-matter to reach CCJ
The Court Of Appeal yesterday upheld a decision by former Chief Justice Ian Chang, ruling that the two-term presidential limit is unconstitutional.
With a decision of two to one, the court dismissed the appeal made by Attorney General (AG) Basil Williams to overturn the judgment of the former Chief Justice (CJ), which essentially stated that an elected President can run for more than two terms.
Chancellor of the Judiciary, Carl Singh was supported by Justice of Appeal, B.S Roy in upholding Justice Chang’s decision. Chief Justice (ag) Yonette Cummings-Edwards, who also sat on the panel, gave a dissenting judgment.
The former CJ’s ruling was based on a Constitutional challenge, filed on behalf of Georgetown resident, Cedric Richardson in February, 2014.
The applicant argued that Act 17 of 2001, which was passed by a two-thirds majority of the National Assembly, unconstitutionally curtailed and restricted his sovereign and democratic rights and freedom as a qualified elector to elect former President Bharrat Jagdeo as the Executive President of the Cooperative Republic of Guyana.
Richardson had contended that the limit was unconstitutional and illegal.
He also wanted the court to determine whether the amendment with a referendum should not have been held, instead of the two-thirds majority in the National Assembly having the powers to decide to limit the number of terms.
After several months in the court, the former CJ ruled in favour of Richardson’s argument, setting the stage for Jagdeo to have a third term as President.
However, the decision did not sit well with Attorney General Basil Williams and the APNU/AFC administration. Williams moved to the Court of Appeal to overturn the decision. In his Appeal, Williams posited that Justice Chang “erred and misdirected himself in the law” in ruling that the National Assembly which passed Act No. 17 of 2001 is unconstitutional and of no effect as it failed to comply with Article164 (2)(a) of the Constitution.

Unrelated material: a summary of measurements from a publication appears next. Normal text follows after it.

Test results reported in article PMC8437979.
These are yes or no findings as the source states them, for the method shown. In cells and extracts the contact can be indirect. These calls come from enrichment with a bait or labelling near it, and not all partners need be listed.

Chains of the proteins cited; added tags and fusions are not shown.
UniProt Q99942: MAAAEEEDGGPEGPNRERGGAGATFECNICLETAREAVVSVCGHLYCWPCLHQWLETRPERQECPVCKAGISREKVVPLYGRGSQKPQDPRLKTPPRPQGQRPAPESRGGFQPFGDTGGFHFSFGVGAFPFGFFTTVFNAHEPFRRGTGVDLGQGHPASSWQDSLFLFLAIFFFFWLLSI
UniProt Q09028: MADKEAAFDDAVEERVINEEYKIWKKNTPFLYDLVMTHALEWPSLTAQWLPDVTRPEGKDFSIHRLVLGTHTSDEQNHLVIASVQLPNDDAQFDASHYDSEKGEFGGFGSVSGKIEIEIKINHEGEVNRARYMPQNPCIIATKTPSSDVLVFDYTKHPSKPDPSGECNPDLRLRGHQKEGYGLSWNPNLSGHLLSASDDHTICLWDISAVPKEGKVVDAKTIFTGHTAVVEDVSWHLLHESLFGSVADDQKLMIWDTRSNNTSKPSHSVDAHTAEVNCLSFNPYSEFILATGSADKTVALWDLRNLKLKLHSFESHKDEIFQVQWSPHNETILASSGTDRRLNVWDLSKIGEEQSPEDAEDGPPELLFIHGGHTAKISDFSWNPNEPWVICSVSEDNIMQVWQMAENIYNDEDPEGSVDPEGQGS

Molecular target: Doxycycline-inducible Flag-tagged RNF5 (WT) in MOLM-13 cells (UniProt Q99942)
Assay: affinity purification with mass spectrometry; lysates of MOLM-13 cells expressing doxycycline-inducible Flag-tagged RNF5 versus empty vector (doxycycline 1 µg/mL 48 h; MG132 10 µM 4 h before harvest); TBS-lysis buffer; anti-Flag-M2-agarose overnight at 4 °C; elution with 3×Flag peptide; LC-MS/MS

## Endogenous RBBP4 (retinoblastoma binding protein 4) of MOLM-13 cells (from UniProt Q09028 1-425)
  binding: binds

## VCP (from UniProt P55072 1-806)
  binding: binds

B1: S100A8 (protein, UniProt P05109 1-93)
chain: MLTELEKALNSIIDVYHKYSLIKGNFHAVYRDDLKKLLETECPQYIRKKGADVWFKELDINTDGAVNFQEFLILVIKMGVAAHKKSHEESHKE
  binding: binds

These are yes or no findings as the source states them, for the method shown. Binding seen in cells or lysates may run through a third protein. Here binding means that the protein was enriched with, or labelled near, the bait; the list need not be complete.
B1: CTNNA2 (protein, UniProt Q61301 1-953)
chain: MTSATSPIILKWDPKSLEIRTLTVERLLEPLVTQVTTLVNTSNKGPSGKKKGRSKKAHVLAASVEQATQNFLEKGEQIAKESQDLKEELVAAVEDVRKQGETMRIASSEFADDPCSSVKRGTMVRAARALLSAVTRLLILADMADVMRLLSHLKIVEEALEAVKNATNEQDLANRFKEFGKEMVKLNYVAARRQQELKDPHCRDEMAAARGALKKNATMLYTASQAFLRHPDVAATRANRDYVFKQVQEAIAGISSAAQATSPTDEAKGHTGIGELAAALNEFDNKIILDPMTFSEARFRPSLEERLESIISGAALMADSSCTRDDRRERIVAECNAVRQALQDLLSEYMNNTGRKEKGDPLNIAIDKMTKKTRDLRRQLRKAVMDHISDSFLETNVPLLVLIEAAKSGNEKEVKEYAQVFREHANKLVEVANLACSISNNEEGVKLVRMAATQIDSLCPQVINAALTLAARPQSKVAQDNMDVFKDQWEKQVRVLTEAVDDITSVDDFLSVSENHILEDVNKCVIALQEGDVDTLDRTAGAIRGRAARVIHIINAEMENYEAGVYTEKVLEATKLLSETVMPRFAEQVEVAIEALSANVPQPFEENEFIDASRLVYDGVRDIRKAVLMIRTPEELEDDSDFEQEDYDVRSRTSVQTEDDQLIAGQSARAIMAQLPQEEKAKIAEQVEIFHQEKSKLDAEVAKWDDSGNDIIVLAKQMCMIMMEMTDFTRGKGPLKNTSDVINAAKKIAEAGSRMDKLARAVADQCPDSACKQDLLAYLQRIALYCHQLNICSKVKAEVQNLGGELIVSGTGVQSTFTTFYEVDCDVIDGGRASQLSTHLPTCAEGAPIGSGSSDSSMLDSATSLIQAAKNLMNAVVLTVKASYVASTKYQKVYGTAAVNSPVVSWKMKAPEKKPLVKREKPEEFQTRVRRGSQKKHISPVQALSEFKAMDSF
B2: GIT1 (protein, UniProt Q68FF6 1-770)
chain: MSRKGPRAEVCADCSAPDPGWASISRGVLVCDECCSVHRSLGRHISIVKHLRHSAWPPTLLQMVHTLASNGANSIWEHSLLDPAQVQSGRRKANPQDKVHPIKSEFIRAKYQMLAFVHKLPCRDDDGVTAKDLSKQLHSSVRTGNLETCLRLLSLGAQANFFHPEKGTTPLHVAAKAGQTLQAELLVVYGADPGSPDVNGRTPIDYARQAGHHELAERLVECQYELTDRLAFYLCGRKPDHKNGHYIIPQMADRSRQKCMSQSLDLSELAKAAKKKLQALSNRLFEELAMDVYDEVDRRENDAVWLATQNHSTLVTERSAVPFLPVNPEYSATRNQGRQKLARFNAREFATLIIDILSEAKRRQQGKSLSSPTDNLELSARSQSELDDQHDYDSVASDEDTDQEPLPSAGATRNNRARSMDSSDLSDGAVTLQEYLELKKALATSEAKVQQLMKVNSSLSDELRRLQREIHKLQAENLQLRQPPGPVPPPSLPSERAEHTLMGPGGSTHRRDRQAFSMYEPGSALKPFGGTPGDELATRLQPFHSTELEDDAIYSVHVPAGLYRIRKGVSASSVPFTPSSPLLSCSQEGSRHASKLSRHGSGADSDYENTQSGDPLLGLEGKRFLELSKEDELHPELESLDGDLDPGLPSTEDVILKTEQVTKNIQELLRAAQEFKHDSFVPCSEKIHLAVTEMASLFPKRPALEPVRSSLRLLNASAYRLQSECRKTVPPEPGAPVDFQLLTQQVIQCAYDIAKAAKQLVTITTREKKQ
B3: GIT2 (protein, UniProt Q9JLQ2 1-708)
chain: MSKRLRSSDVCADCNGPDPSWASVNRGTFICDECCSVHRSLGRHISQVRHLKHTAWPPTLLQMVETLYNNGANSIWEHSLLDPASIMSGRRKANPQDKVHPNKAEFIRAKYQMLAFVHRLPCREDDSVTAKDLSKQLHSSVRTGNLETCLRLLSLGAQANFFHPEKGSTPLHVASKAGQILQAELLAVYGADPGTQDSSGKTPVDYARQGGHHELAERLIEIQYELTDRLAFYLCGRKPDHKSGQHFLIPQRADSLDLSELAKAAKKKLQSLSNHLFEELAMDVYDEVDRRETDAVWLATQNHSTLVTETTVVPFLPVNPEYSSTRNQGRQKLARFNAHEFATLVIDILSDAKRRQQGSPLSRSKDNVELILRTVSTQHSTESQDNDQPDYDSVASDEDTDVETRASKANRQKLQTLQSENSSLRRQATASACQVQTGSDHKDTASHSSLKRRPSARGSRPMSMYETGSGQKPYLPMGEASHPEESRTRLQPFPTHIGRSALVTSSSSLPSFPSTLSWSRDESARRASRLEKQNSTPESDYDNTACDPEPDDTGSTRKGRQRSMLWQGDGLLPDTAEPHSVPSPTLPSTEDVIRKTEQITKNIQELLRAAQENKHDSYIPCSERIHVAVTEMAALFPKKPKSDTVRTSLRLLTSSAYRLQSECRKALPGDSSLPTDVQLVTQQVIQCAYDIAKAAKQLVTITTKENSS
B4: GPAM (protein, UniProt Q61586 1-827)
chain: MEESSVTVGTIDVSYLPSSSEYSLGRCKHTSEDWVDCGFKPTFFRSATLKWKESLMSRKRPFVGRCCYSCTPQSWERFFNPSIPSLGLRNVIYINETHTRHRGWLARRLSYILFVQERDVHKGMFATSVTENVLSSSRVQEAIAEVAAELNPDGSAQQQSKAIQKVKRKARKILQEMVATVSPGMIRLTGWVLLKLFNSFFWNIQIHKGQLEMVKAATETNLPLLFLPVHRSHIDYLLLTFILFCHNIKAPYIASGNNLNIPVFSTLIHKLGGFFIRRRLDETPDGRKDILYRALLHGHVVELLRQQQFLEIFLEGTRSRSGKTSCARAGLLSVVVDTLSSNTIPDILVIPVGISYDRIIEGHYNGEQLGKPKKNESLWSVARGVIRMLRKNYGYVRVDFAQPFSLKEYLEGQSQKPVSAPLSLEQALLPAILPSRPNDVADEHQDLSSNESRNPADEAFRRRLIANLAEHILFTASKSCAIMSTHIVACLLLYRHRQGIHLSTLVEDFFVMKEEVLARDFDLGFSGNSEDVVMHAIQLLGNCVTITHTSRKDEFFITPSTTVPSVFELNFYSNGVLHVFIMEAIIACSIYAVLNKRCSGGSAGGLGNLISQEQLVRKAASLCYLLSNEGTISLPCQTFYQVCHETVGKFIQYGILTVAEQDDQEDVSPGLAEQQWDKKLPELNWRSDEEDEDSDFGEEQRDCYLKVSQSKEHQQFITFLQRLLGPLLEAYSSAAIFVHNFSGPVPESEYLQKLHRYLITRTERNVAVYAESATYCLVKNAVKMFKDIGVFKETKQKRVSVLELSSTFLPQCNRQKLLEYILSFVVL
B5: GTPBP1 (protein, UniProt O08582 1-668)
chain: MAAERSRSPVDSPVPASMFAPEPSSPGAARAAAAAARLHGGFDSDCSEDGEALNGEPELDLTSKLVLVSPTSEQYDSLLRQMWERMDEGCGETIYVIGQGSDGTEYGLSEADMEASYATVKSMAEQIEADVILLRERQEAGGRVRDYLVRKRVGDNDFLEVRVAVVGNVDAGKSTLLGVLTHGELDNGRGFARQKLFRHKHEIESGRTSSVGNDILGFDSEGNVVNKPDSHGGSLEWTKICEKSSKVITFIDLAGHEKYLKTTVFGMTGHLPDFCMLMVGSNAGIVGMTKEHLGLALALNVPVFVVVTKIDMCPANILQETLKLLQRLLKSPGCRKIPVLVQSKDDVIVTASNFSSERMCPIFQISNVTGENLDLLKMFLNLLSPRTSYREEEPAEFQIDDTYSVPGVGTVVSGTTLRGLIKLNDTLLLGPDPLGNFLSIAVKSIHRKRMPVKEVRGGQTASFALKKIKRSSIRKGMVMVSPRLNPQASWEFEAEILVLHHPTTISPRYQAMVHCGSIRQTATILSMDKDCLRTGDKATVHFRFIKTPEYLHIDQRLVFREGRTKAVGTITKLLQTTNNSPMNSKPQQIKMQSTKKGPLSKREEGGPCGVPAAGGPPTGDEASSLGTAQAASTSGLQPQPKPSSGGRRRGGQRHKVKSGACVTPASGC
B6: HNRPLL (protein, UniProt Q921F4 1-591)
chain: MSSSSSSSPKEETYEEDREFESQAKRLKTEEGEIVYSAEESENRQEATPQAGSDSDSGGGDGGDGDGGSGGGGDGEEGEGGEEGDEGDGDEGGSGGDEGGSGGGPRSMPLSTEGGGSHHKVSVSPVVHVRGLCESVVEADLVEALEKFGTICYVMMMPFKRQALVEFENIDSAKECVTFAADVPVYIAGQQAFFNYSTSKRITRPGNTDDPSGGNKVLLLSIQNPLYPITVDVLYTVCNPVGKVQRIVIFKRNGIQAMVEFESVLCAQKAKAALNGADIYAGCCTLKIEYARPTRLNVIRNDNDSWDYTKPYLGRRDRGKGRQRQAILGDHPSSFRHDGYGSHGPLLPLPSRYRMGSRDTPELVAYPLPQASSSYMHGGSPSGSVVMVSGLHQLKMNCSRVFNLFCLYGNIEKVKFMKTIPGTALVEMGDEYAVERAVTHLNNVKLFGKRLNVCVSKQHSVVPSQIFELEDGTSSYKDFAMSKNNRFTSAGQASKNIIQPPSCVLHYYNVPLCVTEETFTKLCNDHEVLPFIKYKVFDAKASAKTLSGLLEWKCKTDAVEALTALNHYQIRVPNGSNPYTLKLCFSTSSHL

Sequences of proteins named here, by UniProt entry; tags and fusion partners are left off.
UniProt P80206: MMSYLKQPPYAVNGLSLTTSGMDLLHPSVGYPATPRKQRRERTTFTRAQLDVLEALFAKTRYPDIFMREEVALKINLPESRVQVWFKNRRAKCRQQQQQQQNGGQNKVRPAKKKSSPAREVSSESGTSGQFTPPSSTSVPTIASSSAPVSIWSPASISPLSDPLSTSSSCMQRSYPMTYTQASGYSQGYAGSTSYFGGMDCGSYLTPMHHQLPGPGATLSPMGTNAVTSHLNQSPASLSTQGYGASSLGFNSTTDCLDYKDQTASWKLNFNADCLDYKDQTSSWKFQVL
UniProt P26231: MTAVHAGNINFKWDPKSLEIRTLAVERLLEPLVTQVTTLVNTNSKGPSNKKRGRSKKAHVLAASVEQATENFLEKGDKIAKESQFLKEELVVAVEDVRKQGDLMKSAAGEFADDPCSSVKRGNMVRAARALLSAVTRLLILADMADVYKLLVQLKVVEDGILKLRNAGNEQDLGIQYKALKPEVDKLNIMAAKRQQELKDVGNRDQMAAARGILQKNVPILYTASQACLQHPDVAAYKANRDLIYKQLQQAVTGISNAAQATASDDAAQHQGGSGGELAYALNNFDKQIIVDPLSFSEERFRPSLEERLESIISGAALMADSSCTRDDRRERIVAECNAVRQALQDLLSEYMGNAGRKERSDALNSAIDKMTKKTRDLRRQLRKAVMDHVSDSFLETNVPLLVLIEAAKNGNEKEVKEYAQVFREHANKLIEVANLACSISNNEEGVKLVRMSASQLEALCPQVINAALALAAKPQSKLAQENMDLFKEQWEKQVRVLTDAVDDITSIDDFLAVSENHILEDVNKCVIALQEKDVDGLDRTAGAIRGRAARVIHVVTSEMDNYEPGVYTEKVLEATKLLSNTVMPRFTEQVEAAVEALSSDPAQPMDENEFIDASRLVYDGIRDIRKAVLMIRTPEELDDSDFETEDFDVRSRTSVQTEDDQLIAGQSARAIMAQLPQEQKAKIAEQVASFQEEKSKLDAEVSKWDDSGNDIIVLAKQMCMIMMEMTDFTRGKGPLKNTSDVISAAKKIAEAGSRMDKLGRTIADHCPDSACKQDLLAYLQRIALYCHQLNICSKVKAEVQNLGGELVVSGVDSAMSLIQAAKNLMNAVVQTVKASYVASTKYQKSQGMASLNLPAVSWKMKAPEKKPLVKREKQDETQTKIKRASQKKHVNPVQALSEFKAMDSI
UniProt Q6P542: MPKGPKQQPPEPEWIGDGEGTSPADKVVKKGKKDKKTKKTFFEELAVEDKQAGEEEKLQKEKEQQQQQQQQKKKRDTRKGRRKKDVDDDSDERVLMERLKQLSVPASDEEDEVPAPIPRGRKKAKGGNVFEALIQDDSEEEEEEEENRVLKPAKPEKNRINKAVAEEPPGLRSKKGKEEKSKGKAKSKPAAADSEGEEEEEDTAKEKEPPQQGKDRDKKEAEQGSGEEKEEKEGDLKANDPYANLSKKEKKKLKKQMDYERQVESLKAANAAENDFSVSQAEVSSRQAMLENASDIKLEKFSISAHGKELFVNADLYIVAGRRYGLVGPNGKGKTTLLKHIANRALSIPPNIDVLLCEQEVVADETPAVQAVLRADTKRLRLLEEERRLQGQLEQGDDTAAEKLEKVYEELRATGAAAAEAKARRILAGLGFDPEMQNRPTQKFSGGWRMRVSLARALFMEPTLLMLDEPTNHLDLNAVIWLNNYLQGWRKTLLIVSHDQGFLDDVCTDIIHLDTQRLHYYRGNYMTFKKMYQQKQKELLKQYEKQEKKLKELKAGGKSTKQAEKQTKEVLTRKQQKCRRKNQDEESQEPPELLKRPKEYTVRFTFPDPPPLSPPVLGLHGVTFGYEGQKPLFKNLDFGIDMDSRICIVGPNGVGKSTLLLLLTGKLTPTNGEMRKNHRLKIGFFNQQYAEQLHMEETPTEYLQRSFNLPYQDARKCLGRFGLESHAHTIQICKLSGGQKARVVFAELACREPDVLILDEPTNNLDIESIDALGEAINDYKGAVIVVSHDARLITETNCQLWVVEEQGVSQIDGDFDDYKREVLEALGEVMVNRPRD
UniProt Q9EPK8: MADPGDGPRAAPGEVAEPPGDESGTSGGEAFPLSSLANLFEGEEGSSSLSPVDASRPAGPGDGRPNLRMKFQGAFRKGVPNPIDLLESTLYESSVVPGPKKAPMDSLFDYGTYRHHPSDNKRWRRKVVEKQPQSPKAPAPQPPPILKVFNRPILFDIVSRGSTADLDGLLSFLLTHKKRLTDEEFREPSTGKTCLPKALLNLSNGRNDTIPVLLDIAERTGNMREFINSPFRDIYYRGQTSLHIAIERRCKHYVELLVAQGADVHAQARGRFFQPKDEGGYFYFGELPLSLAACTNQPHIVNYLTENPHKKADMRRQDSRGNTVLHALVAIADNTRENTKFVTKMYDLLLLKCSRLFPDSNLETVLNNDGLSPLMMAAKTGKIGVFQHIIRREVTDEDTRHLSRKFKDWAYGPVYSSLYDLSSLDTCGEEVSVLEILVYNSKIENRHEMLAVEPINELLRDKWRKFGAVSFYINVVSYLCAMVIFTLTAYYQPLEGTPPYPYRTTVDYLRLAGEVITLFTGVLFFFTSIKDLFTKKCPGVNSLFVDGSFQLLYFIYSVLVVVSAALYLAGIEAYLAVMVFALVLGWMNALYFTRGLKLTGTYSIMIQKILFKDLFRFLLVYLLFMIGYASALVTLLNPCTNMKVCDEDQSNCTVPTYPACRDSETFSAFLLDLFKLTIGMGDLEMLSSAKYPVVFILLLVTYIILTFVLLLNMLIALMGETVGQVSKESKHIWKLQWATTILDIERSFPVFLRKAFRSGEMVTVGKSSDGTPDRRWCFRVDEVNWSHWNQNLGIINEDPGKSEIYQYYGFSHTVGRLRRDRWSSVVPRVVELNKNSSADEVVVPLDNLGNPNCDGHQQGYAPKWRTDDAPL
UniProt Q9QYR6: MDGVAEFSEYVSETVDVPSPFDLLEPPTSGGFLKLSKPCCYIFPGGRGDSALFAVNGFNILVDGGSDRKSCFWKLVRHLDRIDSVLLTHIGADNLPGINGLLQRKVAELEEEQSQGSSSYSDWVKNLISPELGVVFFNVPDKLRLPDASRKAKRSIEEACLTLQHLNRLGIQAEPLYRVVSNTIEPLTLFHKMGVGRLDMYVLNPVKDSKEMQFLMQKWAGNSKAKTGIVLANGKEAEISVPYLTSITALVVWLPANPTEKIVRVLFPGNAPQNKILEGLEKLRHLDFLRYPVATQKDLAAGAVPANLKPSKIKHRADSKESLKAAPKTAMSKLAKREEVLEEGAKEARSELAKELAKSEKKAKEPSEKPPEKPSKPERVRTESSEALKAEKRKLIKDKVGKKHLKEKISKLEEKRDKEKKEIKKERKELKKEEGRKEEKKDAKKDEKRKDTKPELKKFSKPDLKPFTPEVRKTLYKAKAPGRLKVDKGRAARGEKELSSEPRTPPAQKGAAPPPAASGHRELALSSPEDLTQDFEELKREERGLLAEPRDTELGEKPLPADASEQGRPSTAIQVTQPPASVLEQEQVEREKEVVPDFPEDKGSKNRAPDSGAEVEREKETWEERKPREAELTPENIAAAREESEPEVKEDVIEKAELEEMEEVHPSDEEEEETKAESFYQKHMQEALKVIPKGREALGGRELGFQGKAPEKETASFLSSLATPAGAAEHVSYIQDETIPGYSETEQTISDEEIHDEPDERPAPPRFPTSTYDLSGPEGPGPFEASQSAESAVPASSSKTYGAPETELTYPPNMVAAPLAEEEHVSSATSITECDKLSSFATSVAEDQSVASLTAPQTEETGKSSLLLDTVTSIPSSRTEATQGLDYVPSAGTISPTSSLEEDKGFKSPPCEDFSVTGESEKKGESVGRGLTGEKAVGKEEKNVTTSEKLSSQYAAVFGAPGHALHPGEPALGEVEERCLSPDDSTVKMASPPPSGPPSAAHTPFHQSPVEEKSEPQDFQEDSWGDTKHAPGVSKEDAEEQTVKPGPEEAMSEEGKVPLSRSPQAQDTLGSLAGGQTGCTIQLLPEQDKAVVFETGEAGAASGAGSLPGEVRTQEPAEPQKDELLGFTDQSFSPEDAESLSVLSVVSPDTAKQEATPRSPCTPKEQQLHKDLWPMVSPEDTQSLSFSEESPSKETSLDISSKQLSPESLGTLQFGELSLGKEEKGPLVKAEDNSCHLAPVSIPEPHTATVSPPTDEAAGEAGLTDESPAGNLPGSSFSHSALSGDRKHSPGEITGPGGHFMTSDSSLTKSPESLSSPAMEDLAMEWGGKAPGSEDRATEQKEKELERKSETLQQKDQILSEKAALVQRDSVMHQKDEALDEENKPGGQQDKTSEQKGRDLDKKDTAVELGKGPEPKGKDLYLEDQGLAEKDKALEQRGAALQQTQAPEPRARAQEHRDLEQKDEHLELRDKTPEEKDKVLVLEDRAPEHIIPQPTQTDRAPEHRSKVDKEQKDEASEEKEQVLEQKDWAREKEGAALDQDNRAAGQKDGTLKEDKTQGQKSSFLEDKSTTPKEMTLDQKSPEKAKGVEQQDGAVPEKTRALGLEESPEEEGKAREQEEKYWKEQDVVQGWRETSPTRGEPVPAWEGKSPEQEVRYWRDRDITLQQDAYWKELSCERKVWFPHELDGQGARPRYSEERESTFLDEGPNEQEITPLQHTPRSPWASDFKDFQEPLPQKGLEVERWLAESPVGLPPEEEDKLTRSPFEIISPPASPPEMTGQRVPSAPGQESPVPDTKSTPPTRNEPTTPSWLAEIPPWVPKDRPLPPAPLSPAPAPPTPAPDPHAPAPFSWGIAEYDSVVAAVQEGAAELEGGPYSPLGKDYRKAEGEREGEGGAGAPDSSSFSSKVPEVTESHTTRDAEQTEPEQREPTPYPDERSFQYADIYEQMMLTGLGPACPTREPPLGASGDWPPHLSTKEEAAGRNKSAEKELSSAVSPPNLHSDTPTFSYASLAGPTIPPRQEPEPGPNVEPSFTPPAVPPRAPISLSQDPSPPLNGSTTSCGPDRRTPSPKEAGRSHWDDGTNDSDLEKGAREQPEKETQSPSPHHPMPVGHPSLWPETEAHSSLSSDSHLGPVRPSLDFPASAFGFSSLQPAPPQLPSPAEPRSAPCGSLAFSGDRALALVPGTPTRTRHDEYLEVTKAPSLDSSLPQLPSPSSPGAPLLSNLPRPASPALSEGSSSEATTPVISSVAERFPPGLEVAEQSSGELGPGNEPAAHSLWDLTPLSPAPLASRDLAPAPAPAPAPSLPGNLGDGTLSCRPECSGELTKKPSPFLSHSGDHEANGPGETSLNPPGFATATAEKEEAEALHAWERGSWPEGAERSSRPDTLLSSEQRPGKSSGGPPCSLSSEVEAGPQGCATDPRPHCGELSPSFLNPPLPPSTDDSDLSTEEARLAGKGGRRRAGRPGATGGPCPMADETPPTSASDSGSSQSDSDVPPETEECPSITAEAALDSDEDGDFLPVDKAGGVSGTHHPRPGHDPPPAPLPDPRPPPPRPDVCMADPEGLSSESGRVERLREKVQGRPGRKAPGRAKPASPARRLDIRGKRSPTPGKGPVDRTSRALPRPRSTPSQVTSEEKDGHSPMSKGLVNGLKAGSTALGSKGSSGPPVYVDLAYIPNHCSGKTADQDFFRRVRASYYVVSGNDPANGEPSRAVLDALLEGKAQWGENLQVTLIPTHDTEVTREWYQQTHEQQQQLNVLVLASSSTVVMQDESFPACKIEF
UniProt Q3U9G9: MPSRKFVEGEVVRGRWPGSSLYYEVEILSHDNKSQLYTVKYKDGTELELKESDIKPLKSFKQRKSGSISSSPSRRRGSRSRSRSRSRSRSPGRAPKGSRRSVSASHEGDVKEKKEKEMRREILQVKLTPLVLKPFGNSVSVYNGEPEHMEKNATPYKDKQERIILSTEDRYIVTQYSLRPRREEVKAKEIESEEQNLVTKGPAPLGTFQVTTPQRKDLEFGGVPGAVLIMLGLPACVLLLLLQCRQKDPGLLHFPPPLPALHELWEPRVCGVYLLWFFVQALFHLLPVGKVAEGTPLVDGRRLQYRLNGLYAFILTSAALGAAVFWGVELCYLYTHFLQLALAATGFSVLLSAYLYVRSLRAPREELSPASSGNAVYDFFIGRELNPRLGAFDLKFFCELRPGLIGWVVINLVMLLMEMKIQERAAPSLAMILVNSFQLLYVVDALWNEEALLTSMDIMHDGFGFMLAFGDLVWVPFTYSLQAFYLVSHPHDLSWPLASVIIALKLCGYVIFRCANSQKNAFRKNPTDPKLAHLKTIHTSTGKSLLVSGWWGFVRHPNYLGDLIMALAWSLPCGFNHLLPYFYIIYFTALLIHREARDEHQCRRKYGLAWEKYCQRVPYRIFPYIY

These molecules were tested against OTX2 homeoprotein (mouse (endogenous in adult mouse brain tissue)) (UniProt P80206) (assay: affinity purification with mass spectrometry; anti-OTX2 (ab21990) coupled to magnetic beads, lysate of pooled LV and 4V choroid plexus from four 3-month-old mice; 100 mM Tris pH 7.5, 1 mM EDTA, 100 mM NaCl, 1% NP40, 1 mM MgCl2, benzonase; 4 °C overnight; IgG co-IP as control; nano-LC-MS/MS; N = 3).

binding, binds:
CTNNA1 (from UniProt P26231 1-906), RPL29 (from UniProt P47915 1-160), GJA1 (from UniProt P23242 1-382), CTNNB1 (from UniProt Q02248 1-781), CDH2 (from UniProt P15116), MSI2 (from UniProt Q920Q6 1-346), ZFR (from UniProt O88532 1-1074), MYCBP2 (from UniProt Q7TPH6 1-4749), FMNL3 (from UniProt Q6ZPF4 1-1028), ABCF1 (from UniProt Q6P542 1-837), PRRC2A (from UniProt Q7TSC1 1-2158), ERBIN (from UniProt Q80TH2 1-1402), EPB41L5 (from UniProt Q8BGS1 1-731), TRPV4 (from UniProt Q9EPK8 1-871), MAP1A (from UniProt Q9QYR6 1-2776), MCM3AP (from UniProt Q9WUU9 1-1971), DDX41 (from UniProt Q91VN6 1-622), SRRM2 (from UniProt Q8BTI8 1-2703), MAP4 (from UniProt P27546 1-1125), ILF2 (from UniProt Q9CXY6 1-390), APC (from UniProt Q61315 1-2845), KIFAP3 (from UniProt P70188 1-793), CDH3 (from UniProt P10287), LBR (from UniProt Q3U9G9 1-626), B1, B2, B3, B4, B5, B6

The Attorney General said that he believed that Justice Chang also erred in ruling that the Act in question, in substance and effect, diminishes the democratic right of the electorate in electing a person of their own choice as President.
Williams also posited that Chang erred in law in not satisfying himself that the Court has jurisdiction to grant the reliefs sought.
Meanwhile in his representation of the appellant Attorney-at-Law Roysdale Forde, outlined the respondent, (Richardson) contended that Act No. 17 of 2001, though it purported to amend Article 90 of the Constitution of Guyana by adding two Clauses to the said Article 90, had the effect and consequence of curtailing and diminishing the electorate’s choice of Presidential Candidate, by rendering ineligible the candidature of any person who had been re-elected once as President.
Forde therefore underlined that the exercise of a choice of a Presidential Candidate by the Respondent or a citizen occurs or culminates at the Ballot Box. It was therefore submitted that the right to choose a Presidential Candidate does not extend to the eligibility of or the disqualification of possible candidates for President,”
However Chancellor of the Judiciary, Carl Singh yesterday discharged the appeal by the AG, describing it essentially as an error.
In his ruling the Chancellor said that any law that would have the effect of suppressing the peoples’ right to freely elect someone of their choice would be unconstitutional.
In his ruling, Chancellor Singh asserted that the people are entitled, in keeping with democratic principles, to freely elect their representatives. He noted that any law that the sovereign and democratic entitlement is entrenched the Articles 1 and 9 of the constitution. This legal entitlement, he emphasized, could only be changed by referendum to achieve legitimacy.
But in her dissenting judgment, Chief Justice Yonette Cummings-Edwards ruled in favour of allowing the appeal. She noted that the amendment to limit presidential terms to two, did not alter, dilute, affect or amend Articles 1 and 9 of Guyana’s constitution.
Justice Cummings-Edwards further explained that the people themselves gave that power to Parliament to change the constitution within the various levels of entrenchment, and affect people’s right to vote or choose who should be their president in keeping with certain restrictions.
Justice Cummings-Edwards also said that the appellant failed to prove the amendment that provides for term limits was unconstitutional.
Following the decision, Attorney General Basil Williams asserted that while the Court has made a ruling, the decision is not absolutely final. Williams noted that his legal team has up to thirty (30) days to file action with the Caribbean Court of Justice (CCJ).
Meanwhile lawyer for the applicant, Shawn Allicock emphasized on the seriousness of the matter. He noted that democratic rights of people take precedence in such matter. Allicock expressed confidence that that his side will be victorious at the next stage of the proceedings.
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